on March 31st, 2015 No Comments
What happens when you bring together a woman with Alzheimer’s, a congresswoman, a policy expert and two doctors? No, this isn’t a joke – but an intro to an informative and wide-ranging discussion on Alzheimer’s disease and its effects on women.
“I was pretty ignorant until fairly recently,” said Rep. Jackie Speier (D-CA), who organized the forum Alzheimer’s: A women’s health issue held in San Mateo, Calif. yesterday. She also penned an opinion piece published recently in the San Francisco Chronicle. “I had no idea that two out of three people diagnosed with Alzheimer’s are women.”
Although it’s the fifth leading cause of death in California, Alzheimer’s receives much less federal money than many other major diseases, she said.
To spur conversation and provide information, Speier invited Cynthia Ortiz Guzman, a former nurse who suffers from Alzheimer’s; Ruth Gay, director of public policy and advocacy for the Alzheimer’s Association; Elizabeth Landsverk, MD, medical director of ElderConsult, and Stanford’s Michael Greicius, MD, MPH, an associate professor of neurology and neurology and medical director of the Stanford Center for Memory Disorders. Greicius has done research on women’s risk of the disease.
Nearly all of the 150-plus people who attended the forum had a loved one who suffered from Alzheimer’s. “We still have a good life, but there is so much that needs to be done,” Guzman told them.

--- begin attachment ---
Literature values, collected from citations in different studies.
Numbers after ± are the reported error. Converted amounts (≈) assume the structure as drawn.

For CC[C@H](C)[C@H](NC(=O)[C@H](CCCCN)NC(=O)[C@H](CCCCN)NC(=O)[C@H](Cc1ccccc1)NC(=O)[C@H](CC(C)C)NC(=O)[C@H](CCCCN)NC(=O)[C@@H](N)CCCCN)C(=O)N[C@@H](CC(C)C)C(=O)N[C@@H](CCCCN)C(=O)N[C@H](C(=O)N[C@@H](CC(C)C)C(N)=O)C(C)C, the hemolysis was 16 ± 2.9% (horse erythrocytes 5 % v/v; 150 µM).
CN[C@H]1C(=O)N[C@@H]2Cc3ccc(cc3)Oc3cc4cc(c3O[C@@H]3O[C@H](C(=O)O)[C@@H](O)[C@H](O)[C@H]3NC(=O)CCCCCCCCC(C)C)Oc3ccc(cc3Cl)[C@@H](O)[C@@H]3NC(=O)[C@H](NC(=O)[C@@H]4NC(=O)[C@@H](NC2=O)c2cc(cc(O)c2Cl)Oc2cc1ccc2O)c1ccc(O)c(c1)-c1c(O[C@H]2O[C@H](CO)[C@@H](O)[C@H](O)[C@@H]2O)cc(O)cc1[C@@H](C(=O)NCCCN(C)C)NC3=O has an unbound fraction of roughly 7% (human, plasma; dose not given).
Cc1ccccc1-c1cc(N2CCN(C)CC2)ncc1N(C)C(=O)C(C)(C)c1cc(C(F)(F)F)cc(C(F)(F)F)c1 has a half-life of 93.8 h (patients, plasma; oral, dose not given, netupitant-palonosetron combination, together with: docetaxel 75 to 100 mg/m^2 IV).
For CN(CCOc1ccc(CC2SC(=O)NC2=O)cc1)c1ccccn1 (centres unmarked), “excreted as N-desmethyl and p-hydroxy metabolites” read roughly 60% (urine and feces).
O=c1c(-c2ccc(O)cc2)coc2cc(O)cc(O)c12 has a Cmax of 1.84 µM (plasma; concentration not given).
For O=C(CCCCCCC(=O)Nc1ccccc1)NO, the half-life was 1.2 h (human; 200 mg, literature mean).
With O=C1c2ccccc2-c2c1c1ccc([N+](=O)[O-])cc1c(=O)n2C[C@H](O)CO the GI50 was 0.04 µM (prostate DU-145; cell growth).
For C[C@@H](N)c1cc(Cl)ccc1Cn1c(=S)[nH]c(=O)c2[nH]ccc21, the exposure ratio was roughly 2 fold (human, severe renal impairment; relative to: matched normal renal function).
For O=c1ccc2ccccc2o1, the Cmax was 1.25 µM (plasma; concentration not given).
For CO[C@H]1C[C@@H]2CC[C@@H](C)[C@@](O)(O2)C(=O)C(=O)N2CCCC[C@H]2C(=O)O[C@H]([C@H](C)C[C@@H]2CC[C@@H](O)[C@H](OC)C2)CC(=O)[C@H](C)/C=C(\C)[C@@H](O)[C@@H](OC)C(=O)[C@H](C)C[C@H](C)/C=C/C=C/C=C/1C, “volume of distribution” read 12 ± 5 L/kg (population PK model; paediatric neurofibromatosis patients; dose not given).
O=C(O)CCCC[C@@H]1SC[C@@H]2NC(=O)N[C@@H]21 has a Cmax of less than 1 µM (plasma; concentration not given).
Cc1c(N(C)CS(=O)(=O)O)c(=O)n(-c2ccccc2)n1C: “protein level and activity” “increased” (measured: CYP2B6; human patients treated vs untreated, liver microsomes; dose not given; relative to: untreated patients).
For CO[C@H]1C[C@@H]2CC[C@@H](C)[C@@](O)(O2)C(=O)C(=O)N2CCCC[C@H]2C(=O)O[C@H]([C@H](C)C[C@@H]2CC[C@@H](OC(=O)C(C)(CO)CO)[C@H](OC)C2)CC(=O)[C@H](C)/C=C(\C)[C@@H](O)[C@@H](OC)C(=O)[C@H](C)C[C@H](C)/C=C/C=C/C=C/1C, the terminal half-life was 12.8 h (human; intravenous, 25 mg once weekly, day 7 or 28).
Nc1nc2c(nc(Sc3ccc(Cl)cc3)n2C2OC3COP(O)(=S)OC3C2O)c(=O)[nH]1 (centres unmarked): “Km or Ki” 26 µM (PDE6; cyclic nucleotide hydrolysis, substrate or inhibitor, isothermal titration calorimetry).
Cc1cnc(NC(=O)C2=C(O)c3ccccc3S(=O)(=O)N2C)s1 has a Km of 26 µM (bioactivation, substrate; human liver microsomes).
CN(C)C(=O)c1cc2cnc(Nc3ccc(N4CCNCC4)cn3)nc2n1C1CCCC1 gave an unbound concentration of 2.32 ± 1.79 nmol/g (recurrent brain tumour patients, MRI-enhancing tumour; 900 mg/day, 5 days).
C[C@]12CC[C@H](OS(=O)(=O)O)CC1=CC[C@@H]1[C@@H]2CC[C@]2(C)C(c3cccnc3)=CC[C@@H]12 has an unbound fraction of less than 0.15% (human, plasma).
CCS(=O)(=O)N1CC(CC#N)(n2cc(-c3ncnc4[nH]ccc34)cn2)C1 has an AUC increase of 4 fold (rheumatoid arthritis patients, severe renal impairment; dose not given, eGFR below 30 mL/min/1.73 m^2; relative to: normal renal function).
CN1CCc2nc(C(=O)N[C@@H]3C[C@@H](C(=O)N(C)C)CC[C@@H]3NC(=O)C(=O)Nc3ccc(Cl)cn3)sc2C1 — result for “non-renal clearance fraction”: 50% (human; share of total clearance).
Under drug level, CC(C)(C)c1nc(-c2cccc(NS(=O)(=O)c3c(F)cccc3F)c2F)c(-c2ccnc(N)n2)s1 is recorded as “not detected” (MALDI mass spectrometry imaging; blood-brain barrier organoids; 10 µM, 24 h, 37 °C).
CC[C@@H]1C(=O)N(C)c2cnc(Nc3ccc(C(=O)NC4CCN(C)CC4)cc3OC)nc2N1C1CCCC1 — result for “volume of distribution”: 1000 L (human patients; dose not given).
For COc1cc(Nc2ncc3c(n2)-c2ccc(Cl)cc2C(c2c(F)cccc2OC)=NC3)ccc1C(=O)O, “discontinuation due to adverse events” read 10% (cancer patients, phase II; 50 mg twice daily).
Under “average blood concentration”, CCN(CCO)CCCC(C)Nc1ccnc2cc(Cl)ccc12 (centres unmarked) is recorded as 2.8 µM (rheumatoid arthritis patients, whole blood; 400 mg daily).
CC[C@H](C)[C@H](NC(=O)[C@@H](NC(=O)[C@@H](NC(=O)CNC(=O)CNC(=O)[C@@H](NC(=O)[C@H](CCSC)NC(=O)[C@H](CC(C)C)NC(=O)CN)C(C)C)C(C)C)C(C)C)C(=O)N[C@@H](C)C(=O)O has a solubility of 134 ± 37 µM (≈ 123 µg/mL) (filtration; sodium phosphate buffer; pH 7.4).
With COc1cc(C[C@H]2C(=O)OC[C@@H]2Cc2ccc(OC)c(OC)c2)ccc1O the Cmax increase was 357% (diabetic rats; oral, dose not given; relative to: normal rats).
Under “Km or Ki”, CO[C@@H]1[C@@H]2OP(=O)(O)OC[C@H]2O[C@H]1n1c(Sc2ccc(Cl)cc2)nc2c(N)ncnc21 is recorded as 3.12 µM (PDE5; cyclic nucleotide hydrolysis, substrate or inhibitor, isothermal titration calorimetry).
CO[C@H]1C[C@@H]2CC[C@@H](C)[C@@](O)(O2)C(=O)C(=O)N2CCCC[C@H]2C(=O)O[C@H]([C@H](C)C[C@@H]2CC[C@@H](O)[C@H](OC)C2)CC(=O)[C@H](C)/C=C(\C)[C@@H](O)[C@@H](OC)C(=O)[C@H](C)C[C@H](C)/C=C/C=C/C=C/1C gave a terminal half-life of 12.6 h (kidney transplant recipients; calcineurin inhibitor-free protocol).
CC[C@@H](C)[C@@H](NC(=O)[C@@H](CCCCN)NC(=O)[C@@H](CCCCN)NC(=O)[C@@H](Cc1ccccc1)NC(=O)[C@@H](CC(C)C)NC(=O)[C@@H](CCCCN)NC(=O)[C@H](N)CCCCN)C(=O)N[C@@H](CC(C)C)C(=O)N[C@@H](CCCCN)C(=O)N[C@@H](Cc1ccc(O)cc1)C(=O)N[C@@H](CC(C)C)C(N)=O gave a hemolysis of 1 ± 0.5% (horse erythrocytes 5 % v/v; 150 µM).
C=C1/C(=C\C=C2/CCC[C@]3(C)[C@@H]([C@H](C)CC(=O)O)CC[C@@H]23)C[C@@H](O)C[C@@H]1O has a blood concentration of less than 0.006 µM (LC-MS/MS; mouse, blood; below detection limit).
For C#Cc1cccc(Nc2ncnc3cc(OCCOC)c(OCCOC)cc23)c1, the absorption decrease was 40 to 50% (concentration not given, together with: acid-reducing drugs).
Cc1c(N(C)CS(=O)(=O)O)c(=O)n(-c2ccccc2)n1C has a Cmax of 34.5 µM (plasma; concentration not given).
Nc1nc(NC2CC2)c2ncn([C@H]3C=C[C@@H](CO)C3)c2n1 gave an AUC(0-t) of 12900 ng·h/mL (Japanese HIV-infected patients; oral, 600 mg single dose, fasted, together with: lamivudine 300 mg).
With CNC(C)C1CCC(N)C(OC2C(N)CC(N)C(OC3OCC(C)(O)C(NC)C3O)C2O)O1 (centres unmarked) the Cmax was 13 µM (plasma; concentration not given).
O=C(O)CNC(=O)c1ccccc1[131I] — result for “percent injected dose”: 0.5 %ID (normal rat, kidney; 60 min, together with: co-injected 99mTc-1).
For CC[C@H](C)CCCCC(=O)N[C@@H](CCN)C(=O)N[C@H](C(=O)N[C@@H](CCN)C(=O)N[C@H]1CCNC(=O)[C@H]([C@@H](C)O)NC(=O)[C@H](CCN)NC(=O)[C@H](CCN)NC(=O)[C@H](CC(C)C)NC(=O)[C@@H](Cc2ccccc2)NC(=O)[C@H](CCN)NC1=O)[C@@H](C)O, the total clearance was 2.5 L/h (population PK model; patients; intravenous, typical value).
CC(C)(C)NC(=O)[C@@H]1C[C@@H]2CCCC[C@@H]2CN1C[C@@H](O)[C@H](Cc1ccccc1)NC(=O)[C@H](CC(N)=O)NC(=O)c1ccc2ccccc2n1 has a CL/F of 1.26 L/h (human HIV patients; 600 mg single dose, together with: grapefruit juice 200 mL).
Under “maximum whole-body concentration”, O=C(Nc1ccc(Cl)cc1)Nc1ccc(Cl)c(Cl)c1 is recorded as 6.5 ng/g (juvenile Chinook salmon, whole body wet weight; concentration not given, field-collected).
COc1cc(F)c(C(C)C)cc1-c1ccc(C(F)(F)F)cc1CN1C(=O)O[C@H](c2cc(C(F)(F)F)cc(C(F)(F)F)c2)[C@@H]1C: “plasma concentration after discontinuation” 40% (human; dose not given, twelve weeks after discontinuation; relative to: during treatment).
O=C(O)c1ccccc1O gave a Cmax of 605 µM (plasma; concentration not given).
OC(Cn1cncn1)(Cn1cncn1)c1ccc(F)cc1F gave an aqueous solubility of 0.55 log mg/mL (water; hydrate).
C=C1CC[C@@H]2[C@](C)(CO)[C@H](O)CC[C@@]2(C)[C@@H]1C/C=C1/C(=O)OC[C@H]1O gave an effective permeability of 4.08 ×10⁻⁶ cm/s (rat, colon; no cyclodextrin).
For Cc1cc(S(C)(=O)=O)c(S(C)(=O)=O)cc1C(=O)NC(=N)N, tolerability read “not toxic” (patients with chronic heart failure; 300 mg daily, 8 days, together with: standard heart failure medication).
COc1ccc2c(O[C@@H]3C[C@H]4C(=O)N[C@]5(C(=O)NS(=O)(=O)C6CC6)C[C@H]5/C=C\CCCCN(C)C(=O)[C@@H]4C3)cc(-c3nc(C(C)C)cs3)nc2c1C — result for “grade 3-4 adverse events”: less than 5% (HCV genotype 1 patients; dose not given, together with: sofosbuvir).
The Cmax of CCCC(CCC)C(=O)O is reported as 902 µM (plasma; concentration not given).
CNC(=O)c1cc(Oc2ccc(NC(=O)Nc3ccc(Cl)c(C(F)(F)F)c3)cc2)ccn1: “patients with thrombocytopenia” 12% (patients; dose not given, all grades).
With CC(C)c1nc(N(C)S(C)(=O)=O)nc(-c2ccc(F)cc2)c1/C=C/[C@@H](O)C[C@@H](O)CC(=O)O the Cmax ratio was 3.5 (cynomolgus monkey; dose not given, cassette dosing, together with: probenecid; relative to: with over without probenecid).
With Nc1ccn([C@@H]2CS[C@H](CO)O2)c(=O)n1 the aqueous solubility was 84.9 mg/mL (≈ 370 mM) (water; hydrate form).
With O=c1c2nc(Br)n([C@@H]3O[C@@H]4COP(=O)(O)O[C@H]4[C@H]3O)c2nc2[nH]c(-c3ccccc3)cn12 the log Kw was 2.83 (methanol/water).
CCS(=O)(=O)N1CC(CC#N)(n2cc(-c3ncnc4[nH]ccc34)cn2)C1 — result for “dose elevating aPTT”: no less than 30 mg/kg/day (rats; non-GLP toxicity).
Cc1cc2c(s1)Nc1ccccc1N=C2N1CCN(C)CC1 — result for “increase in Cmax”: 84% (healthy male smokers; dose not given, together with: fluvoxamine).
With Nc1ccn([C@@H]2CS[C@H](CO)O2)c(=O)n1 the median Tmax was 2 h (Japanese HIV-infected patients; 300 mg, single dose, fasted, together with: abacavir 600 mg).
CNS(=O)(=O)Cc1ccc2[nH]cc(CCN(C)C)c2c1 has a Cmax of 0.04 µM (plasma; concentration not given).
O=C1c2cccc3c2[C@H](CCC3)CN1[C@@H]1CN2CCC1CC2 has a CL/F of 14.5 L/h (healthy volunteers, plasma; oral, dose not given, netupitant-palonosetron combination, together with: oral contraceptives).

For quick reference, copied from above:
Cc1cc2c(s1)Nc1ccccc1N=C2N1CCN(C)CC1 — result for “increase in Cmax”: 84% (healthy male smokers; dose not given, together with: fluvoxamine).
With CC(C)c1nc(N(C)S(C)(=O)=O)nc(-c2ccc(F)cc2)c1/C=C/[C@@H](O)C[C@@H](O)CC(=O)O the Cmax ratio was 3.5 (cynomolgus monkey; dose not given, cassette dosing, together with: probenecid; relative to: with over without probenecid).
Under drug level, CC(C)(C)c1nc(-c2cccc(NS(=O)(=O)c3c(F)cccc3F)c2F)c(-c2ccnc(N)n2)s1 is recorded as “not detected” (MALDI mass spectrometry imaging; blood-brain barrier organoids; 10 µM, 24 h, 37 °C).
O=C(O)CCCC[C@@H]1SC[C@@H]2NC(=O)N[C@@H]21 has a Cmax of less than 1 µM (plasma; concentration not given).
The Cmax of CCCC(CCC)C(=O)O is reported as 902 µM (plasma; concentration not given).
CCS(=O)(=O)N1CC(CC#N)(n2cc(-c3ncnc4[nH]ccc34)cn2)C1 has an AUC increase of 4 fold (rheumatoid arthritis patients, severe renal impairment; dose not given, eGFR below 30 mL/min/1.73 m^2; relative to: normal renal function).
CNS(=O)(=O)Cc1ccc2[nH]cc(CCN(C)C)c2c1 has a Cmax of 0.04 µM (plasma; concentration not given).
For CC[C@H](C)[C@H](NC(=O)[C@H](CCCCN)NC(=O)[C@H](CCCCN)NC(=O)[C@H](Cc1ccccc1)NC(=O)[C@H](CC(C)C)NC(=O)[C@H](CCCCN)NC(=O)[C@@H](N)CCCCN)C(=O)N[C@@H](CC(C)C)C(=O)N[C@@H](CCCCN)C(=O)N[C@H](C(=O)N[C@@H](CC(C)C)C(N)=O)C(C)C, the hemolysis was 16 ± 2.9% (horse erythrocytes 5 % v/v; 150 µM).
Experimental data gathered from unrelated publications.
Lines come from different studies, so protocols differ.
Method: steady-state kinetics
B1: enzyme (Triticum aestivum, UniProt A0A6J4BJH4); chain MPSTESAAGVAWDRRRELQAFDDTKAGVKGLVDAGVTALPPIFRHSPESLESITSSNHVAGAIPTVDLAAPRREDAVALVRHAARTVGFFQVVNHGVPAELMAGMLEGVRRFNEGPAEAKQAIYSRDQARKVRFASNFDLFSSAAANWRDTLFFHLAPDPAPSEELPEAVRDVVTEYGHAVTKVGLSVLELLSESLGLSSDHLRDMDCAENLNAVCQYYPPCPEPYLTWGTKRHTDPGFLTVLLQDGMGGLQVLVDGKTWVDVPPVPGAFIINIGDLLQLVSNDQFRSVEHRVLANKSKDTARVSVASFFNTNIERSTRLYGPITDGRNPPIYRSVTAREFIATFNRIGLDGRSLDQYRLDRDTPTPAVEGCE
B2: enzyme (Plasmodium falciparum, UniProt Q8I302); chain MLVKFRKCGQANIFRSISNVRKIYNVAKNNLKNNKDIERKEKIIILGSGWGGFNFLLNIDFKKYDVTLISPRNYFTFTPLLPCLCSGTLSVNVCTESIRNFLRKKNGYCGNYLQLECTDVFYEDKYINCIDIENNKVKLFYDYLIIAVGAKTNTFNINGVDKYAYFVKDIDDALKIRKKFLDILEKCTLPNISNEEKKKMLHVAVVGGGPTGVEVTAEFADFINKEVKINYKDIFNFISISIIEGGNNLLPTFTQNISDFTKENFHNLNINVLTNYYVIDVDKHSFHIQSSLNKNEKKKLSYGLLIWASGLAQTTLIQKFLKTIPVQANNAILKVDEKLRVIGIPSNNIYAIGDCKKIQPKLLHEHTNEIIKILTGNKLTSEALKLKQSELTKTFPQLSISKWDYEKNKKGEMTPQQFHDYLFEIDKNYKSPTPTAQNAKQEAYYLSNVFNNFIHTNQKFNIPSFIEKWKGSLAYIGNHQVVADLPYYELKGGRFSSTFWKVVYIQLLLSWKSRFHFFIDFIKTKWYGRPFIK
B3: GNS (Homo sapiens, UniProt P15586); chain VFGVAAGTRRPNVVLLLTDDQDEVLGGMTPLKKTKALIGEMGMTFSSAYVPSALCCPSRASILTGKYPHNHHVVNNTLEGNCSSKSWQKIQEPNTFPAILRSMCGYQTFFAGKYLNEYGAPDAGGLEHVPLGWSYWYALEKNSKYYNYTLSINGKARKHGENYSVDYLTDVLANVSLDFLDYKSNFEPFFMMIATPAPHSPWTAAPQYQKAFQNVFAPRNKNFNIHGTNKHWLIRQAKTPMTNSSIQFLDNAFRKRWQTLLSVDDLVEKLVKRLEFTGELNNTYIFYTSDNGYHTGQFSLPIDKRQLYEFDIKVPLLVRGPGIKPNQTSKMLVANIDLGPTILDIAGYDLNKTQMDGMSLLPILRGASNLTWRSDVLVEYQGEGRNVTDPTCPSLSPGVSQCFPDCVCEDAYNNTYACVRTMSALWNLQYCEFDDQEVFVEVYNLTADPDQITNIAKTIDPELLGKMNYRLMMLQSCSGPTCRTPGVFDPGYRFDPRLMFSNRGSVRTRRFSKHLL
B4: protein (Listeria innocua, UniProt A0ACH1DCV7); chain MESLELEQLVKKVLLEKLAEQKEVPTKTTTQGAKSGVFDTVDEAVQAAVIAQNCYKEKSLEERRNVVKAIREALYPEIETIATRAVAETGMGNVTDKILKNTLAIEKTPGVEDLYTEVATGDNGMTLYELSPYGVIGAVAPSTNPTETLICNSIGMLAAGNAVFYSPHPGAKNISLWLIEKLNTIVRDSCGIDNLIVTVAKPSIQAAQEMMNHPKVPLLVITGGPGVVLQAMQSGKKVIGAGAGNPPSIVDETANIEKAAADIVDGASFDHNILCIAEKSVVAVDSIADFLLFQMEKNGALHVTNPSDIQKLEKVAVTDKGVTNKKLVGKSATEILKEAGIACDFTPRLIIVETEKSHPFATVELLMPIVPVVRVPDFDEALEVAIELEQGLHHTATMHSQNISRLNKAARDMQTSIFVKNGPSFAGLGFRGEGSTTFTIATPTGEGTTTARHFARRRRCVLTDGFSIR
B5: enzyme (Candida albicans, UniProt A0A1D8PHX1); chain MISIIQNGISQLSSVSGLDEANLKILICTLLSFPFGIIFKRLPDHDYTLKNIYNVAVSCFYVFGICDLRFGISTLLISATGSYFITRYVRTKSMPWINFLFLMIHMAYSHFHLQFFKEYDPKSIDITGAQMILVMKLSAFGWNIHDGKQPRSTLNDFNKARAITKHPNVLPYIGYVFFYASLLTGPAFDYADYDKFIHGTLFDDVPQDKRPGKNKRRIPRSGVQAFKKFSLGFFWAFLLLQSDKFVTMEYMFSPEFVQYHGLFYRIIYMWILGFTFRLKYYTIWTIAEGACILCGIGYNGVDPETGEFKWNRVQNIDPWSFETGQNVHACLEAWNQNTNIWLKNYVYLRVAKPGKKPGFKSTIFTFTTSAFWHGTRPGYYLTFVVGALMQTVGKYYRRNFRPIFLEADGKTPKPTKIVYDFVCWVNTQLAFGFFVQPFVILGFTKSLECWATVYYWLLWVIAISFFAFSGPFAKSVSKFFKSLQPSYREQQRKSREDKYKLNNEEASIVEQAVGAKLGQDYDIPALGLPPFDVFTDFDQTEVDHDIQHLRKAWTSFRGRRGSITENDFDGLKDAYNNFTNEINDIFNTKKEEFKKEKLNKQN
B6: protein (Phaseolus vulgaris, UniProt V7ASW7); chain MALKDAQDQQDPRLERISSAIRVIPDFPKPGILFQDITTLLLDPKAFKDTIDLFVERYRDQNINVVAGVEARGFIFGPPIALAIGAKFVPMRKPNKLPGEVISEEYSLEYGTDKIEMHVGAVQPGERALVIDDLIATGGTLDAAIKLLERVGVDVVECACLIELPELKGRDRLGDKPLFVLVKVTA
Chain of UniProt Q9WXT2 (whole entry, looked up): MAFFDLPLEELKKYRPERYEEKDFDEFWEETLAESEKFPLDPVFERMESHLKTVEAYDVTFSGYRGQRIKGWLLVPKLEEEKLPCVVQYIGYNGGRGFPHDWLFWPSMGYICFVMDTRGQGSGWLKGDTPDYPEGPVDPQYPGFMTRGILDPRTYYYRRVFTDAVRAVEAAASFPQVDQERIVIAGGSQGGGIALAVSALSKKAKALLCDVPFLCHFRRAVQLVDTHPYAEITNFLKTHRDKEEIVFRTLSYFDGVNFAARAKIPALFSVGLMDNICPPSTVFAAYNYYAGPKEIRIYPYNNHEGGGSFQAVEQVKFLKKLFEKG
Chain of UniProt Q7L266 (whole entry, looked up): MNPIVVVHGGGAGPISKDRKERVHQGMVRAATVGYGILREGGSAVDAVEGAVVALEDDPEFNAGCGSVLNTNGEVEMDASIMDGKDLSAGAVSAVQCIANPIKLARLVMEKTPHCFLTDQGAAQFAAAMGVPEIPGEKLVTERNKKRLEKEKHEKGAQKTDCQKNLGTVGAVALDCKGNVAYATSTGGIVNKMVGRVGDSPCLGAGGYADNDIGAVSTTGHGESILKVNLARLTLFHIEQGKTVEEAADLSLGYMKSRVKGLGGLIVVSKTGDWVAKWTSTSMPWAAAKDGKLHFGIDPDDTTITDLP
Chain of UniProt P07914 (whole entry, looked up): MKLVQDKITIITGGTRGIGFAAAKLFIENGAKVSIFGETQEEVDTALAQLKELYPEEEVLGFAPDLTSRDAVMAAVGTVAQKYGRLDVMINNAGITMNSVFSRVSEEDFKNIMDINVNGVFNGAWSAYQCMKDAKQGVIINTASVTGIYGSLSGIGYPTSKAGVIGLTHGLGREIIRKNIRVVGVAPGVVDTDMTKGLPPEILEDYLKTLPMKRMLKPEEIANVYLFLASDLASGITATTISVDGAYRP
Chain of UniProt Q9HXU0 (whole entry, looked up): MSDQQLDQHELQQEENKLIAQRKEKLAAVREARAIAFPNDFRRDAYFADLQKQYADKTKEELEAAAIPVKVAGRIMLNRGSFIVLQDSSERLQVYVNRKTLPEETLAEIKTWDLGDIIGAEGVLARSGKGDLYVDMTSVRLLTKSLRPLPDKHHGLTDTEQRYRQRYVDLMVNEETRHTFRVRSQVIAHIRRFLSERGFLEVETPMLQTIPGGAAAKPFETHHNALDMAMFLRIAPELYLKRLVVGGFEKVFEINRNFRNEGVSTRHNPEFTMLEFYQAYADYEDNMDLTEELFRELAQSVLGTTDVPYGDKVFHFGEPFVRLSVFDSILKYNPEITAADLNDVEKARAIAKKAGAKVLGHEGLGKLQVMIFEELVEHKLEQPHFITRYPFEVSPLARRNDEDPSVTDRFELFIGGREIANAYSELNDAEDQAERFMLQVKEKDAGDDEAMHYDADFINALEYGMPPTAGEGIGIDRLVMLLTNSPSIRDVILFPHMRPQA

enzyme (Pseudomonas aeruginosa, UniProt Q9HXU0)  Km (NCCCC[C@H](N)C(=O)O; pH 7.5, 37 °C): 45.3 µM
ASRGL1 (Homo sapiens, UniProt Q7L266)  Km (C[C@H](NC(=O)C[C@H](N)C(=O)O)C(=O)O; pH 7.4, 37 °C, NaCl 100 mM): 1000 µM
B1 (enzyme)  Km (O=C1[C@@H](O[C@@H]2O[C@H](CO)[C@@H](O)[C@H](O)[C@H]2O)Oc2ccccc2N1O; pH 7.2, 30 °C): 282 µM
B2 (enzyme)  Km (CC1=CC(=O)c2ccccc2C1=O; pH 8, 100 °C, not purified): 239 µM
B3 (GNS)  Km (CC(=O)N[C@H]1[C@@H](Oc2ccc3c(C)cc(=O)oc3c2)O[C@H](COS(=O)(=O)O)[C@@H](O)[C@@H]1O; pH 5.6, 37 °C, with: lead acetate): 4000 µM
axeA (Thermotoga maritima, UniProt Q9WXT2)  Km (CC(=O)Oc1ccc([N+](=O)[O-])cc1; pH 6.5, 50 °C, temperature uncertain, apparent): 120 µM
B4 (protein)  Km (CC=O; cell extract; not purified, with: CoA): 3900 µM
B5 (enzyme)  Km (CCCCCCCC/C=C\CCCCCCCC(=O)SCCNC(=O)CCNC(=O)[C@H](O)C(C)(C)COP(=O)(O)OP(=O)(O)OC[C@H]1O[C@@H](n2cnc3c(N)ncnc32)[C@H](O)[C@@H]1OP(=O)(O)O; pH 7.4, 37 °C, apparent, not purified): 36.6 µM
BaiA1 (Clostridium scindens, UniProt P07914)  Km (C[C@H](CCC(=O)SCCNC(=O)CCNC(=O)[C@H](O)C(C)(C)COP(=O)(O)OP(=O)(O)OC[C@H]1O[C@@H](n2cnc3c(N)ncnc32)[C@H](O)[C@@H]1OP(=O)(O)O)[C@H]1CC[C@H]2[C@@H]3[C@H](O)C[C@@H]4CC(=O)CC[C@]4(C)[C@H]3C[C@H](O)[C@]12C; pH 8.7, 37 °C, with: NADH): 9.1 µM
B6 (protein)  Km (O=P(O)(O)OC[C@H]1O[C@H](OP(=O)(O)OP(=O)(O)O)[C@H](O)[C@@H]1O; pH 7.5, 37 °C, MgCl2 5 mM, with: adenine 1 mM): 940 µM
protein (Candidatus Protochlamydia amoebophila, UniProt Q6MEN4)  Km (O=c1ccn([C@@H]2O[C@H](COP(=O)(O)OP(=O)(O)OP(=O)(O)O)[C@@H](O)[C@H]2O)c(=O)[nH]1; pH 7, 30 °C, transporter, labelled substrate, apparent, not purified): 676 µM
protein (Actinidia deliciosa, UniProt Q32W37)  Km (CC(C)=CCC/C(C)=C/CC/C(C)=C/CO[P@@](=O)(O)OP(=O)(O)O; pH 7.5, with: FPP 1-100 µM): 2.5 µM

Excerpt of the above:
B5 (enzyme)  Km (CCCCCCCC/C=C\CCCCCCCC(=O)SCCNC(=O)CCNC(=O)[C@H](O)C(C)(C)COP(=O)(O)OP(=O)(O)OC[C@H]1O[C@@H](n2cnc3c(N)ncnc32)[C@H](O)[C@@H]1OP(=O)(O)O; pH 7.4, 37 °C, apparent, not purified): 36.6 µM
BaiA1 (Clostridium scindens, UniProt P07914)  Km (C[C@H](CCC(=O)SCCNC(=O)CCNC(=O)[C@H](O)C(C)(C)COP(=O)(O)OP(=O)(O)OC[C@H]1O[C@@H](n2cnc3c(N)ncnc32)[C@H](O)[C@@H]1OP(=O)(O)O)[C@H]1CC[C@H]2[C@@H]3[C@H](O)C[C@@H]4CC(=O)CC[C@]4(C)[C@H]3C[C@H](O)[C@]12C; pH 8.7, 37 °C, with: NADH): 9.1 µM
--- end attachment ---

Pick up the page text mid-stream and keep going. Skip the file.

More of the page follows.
Greicius and Landsverk fielded questions about how to diagnose and treat Alzheimer’s as well as promising directions of research.
At Stanford, Greicius said a person with memory impairment would meet with a neurologist, take a several hour neuropsychological exam, have bloods tests and a brain scan, and meet with social workers and nurses. He emphasized that this is far above the level of care available in more community medical centers. Sometimes physicians are able to find biomarkers that signal Alzheimer’s presence more than a decade before symptoms appear he said.
Greicius urged attendees to find out if they’re eligible for a neurological research trial at Stanford and to consider donating their brains and the brains of their loved ones to use for research. He also thanked Speier for focusing attention on Alzheimer’s.
“We’ve got to get the attention of policymakers to address this issue,” Speier said, adding that she might try to secure federal funds as part of the defense budget.
Gay, who recently traveled to Washington, D.C. to advocate for the disease, agreed. “We know that today we need a game changer – we need people to step forward and speak out about this disease,” she said.
Previously: Science Friday explores women’s heightened risk for Alzheimer’s, The state of Alzheimer’s research: A conversation with Stanford neurologist Michael Greicius and The toll of Alzheimer’s on caretakers
Photo by Marjan Lazarevski